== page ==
Sonos, the purveyor of high-end home speakers, is branching out with a music streaming service of its own. Sonos Radio is a streaming radio service that offers access to more than 60,000 radio stations around the world as well as original stations curated by the company and artists like Thom Yorke. The service is free to Sonos users but is supported by ads.
Sonos Radio is able to offer so many stations from the jump because it's piping them in from existing internet radio services including iHeartRadio and TuneIn, with more to come. The company's original stations will include genre-based stations created in-house as well as stations from artists that feature their "current influences and inspirations." Sonos Sound System will be something akin to Apple's Beats 1 Radio, with live shows that feature new music and interviews with emerging artists.
Okay cool, but why? — Sonos is launching its service in a very crowded market for streaming audio, but perhaps it feels offering a service of its own will help keep customers in the Sonos ecosystem? Sonos is the Switzerland of speaker makers because it supports practically every audio-streaming service out there, but ultimately the company is somewhat beholden to other providers allowing their services to work on its hardware. By creating Sonos Radio and Sound System, Sonos can provide its customers with an experience that meets a certain level of quality regardless of what the future brings.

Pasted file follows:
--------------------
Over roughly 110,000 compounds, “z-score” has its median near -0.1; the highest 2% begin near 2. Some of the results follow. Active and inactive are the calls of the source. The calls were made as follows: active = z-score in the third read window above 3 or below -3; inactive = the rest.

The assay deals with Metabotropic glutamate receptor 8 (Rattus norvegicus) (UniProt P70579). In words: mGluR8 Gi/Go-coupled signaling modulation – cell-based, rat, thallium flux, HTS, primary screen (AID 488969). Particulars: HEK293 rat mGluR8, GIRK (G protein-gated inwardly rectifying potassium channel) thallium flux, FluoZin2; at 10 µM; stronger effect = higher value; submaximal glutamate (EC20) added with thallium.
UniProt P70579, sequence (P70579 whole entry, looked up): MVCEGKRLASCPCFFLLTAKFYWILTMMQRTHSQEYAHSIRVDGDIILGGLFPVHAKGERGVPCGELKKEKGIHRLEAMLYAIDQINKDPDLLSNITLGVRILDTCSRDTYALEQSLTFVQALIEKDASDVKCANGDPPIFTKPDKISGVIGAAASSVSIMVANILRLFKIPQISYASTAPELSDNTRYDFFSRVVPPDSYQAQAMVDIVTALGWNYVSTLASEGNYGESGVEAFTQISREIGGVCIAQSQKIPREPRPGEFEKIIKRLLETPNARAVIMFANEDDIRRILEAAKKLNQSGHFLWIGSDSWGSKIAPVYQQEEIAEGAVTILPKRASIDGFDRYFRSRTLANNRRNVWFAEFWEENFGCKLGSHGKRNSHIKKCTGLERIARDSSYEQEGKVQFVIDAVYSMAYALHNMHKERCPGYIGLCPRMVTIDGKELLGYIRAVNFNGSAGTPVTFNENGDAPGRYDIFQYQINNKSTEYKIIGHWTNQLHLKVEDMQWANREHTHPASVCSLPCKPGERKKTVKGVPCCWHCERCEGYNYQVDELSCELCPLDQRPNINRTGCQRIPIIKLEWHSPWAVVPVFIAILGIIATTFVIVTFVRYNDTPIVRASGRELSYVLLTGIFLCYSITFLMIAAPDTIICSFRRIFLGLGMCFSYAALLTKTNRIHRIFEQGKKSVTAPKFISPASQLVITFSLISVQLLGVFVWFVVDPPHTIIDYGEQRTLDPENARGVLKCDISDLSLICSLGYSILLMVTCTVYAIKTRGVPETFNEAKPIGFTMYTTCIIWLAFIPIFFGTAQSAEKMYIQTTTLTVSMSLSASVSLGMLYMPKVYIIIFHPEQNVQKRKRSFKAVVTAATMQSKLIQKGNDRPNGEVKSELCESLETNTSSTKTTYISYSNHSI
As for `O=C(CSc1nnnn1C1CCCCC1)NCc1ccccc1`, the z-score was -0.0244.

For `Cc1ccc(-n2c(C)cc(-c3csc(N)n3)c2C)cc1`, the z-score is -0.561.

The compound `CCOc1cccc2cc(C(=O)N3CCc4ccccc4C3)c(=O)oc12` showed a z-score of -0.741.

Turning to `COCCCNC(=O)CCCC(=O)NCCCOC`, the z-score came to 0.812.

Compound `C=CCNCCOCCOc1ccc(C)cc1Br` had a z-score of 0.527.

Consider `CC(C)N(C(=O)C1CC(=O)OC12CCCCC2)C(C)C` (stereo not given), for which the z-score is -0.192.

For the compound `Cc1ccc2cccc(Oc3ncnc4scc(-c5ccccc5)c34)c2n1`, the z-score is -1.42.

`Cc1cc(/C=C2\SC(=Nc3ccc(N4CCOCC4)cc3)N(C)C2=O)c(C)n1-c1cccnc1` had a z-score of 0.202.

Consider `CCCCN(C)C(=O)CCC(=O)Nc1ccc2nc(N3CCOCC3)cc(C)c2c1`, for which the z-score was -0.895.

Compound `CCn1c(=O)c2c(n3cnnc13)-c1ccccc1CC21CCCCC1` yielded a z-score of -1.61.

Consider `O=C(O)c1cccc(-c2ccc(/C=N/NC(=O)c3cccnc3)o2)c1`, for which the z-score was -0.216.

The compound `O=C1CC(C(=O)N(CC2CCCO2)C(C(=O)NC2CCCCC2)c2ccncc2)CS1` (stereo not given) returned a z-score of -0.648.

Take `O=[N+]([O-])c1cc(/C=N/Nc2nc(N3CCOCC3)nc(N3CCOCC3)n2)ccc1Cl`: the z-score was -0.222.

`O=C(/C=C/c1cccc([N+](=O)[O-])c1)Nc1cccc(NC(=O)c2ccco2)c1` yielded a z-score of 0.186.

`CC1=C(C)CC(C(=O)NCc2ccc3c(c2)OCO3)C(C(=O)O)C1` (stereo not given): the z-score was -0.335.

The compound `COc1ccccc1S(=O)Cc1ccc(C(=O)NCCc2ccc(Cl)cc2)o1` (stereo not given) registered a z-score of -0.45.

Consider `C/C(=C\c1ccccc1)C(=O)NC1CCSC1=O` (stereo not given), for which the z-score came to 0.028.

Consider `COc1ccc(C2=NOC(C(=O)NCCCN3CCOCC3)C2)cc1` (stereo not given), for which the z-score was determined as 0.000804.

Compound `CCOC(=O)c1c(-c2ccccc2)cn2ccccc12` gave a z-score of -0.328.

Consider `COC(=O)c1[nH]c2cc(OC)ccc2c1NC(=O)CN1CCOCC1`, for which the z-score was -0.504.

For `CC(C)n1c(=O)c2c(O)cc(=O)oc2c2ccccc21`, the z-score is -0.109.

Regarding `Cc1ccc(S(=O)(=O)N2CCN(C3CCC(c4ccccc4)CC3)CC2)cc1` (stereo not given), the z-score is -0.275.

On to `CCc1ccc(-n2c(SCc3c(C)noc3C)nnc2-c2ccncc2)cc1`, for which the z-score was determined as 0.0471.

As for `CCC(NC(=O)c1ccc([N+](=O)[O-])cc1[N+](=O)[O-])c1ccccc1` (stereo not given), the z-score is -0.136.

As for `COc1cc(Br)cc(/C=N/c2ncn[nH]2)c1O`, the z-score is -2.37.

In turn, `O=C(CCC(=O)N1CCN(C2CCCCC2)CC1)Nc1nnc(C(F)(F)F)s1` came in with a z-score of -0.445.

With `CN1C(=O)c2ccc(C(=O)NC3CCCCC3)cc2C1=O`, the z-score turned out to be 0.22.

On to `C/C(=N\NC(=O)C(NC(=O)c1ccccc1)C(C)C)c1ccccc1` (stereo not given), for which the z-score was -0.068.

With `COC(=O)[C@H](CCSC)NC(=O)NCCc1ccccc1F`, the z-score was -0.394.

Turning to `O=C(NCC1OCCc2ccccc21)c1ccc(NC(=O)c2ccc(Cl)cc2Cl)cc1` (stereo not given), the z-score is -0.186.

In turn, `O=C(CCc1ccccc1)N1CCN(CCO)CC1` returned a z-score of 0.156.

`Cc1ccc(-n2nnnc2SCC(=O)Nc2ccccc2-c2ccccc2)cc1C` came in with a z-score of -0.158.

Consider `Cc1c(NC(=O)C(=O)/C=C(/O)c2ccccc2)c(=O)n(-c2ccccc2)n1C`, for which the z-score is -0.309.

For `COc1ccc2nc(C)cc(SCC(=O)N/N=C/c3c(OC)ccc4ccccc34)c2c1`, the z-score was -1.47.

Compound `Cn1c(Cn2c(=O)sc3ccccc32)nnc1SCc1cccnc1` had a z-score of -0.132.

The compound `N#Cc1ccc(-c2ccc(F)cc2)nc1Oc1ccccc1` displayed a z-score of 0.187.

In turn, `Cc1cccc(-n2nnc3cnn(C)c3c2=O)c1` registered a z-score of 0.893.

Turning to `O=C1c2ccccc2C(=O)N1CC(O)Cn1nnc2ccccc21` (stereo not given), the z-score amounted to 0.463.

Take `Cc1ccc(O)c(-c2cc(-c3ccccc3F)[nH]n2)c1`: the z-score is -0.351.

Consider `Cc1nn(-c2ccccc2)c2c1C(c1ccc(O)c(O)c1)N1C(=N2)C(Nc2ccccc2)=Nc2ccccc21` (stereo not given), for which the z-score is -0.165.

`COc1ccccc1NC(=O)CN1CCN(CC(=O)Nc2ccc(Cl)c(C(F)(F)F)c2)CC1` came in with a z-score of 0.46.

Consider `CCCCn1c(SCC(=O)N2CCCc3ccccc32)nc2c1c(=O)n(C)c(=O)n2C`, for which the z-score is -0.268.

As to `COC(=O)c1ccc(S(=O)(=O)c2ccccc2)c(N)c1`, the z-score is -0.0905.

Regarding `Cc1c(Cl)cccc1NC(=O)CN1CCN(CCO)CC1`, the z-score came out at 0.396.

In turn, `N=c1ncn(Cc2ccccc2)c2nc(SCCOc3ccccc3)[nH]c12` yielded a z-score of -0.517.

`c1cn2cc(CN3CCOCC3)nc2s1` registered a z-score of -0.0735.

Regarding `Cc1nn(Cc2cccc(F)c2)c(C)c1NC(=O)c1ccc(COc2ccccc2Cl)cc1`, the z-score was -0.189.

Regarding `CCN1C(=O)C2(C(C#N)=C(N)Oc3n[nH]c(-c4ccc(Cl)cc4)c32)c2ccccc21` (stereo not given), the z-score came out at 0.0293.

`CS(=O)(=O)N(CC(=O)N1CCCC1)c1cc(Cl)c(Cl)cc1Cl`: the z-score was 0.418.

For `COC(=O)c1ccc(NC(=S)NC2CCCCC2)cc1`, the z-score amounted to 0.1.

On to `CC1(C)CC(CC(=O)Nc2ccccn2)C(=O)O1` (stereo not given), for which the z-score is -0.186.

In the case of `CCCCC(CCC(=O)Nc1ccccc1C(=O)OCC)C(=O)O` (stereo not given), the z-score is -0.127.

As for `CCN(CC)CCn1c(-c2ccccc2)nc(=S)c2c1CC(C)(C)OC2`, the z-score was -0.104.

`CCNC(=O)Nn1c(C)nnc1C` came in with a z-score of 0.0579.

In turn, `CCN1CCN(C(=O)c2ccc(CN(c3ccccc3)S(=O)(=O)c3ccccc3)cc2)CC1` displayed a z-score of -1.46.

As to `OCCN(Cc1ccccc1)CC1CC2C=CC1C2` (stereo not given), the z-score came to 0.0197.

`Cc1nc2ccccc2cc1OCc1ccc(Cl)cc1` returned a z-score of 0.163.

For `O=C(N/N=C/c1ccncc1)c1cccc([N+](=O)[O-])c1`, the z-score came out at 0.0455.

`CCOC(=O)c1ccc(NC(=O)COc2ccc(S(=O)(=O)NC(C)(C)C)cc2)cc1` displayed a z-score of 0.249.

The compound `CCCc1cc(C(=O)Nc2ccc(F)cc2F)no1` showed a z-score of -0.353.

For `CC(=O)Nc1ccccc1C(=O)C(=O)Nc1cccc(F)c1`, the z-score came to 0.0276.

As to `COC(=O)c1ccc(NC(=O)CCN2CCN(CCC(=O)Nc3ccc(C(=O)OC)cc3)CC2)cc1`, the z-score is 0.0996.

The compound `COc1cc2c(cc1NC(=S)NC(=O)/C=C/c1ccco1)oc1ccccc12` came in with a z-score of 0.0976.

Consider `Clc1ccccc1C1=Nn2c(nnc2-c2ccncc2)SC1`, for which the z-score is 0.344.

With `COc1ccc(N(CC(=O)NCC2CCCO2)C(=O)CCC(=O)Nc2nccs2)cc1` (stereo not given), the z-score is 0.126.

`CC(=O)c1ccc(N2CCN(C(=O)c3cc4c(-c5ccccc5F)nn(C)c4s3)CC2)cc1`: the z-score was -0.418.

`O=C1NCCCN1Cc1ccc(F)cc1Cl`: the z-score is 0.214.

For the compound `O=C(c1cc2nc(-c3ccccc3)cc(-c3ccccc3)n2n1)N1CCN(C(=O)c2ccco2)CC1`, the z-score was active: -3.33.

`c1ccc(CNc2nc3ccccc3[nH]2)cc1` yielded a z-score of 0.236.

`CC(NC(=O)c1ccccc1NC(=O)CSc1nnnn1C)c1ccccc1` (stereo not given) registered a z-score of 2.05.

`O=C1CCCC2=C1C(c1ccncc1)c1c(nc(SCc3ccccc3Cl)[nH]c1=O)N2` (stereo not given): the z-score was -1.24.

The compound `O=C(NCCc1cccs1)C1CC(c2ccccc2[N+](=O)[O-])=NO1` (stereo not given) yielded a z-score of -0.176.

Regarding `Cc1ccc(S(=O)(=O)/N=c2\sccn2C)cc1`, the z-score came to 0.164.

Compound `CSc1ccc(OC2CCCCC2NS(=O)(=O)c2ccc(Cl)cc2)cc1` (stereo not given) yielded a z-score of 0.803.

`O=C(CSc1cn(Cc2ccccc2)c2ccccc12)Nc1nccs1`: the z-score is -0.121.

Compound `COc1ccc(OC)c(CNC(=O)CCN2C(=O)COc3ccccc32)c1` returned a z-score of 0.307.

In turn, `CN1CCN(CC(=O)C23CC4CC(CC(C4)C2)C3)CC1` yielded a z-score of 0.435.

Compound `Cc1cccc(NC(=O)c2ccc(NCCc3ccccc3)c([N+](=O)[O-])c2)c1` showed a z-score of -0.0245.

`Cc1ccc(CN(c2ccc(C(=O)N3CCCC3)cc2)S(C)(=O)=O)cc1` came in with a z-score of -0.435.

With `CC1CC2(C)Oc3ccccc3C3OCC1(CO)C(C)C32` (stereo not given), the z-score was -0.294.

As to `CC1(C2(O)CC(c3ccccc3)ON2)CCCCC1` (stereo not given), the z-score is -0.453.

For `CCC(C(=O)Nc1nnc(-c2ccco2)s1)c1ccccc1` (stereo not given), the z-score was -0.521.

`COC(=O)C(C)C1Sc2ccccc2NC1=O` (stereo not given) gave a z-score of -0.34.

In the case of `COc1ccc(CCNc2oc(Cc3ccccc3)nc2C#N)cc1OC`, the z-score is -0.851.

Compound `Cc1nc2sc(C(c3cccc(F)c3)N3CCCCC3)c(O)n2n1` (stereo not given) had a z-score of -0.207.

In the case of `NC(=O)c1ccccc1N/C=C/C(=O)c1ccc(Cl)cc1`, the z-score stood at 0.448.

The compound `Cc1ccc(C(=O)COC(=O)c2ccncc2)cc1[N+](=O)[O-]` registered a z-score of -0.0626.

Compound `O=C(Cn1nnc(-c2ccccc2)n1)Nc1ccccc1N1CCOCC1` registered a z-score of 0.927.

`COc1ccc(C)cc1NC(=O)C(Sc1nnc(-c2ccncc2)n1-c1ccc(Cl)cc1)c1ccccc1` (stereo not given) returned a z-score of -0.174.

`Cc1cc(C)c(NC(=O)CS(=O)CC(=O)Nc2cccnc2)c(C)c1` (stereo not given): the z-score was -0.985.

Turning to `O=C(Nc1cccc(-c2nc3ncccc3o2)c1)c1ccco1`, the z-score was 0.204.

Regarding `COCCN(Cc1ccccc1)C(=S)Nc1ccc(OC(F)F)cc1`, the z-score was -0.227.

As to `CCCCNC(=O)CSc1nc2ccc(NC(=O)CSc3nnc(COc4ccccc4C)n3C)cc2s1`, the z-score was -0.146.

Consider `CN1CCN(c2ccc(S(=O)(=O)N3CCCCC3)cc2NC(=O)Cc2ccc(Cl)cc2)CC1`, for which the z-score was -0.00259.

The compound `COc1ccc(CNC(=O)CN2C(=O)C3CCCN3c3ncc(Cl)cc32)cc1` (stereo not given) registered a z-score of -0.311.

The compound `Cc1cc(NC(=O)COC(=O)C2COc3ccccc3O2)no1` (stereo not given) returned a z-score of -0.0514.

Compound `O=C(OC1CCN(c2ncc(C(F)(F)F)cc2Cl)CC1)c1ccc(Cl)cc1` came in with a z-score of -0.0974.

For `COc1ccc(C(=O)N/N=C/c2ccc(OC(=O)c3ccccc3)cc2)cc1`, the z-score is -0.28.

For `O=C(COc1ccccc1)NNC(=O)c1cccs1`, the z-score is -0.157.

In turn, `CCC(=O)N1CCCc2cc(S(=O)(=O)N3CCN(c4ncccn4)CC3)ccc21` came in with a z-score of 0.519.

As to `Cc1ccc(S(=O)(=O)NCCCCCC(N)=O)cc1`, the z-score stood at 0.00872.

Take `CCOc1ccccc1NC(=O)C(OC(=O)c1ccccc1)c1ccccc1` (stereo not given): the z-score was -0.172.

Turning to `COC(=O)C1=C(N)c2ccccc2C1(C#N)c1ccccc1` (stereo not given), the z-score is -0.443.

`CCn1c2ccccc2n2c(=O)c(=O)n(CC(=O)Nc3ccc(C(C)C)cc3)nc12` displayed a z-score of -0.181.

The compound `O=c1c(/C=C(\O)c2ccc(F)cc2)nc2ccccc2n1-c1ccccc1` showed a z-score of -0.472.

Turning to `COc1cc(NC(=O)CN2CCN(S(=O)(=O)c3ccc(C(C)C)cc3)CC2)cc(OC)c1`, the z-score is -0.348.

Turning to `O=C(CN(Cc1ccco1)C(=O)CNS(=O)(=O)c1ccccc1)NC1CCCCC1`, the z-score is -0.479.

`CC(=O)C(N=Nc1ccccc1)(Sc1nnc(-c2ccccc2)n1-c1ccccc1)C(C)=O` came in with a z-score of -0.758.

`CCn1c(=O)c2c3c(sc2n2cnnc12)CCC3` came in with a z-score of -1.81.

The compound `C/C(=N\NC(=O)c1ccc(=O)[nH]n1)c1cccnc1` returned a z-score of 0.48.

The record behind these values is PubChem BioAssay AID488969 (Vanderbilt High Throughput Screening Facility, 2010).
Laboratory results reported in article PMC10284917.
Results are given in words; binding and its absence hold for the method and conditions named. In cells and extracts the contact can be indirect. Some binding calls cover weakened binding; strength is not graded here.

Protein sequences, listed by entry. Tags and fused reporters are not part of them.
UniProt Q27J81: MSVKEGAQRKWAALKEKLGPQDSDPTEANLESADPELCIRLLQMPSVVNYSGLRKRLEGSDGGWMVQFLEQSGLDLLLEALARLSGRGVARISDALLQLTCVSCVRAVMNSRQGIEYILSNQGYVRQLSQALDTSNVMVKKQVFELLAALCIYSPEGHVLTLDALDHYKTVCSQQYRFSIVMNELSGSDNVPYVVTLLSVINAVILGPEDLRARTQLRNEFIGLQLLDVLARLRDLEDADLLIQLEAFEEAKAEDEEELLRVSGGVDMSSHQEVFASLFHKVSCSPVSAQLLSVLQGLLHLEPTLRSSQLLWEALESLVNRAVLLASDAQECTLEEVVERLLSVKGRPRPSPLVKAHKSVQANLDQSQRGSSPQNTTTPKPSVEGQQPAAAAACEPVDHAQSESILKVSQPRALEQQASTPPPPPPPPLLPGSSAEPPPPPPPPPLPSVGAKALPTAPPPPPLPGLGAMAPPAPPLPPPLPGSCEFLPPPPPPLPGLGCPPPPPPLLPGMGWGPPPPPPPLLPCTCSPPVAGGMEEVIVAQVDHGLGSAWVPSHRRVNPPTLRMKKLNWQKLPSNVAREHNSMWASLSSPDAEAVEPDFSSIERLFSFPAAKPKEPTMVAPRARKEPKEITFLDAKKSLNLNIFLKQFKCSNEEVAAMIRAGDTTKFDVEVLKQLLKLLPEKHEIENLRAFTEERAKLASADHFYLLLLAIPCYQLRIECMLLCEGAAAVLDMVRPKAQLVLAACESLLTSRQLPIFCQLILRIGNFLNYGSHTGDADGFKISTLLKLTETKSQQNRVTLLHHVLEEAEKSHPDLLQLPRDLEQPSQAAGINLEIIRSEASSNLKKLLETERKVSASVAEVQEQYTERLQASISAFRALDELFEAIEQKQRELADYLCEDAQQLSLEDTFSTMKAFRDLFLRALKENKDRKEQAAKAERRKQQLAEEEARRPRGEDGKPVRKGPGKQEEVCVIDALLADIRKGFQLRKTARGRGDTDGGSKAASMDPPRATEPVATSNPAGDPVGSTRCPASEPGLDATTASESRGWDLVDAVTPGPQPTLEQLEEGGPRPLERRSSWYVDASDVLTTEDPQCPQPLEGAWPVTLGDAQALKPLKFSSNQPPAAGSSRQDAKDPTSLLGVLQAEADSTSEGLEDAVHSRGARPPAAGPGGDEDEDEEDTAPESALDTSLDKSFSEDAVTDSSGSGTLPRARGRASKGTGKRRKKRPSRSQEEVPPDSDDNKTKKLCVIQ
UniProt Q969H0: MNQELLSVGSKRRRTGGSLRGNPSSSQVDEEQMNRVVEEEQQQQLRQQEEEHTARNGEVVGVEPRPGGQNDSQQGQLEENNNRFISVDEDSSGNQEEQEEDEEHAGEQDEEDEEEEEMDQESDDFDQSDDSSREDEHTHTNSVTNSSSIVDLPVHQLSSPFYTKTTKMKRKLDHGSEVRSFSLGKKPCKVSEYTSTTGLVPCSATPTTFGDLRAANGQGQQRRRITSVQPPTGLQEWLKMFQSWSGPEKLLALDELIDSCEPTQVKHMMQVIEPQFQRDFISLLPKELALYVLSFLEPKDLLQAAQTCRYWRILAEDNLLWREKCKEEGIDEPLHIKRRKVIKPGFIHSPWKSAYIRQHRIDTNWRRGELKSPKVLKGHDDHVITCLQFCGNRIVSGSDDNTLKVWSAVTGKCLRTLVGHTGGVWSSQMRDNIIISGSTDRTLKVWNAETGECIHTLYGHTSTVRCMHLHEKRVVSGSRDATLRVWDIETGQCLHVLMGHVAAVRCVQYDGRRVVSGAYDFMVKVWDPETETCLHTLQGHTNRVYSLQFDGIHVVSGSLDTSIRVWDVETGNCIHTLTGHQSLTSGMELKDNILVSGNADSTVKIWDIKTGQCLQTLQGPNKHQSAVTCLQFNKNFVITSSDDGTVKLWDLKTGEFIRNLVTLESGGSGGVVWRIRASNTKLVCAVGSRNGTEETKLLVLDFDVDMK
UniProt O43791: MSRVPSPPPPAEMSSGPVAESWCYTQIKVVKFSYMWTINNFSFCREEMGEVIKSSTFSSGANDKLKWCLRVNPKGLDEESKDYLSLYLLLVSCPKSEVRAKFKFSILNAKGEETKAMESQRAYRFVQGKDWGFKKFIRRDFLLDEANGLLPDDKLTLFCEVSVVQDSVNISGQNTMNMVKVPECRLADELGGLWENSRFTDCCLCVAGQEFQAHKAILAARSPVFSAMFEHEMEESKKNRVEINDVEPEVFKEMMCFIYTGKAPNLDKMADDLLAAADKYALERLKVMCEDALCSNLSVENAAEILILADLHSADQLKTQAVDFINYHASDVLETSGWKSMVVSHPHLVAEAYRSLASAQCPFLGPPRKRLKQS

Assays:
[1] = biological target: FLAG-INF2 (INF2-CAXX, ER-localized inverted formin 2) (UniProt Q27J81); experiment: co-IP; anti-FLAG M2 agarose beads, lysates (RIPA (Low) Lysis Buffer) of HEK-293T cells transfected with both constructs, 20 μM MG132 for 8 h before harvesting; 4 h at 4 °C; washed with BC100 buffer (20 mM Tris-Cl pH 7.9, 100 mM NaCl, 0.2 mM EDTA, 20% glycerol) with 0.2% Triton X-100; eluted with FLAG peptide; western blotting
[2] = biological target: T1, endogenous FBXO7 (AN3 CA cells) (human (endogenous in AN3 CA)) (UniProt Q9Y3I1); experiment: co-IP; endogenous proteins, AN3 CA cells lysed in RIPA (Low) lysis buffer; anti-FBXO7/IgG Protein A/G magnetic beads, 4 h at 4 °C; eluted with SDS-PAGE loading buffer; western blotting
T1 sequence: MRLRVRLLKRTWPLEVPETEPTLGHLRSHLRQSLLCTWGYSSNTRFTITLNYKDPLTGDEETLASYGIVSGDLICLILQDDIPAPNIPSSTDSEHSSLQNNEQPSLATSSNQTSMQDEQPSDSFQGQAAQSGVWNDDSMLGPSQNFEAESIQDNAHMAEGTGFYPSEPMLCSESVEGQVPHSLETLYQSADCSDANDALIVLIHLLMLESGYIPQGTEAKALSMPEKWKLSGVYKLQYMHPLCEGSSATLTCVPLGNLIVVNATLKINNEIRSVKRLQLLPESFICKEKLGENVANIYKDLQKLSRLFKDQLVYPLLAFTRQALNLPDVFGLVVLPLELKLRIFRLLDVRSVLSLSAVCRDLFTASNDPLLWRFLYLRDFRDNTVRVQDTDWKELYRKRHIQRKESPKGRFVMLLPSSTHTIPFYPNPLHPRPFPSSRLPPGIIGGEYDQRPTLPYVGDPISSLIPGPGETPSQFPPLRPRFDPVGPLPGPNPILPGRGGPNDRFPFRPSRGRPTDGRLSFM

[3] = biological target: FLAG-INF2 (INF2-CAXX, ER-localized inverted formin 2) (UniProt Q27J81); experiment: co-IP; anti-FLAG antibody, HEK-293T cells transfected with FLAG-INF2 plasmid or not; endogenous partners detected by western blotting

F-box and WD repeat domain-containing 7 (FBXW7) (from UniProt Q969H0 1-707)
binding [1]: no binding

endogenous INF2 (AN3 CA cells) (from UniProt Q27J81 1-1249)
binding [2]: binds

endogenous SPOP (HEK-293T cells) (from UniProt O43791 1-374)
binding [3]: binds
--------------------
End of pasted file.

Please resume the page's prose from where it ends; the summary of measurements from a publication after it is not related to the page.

Radio stations will be available for all Sonos users starting today. The original programming will be available in the United States, Canada, United Kingdom, Ireland, and Australia. Sonos says users can find the Sonos Radio button within the browse menu following a software update for its apps being released today.
Good news for a change — Recent months have seen Sonos dogged by bad news, so it must be pleased it's putting out an update about a new service, rather than putting out a fire, for a change. First, it came in for a tongue-lashing for rendering old gear obsolete if users chose to take up an offer to upgrade gear at a discounted rate.
Then it confused customers, saying it would no longer support certain legacy equipment, and users would either have to forgo updates for their whole system or ditch their older — but perfectly functional — Sonos products. Most recently, it stopped bricking devices and found something of a compatibility solution for older gear and must be hoping today's announcement will further appease those Sonos loyalists who've been turned off the brand.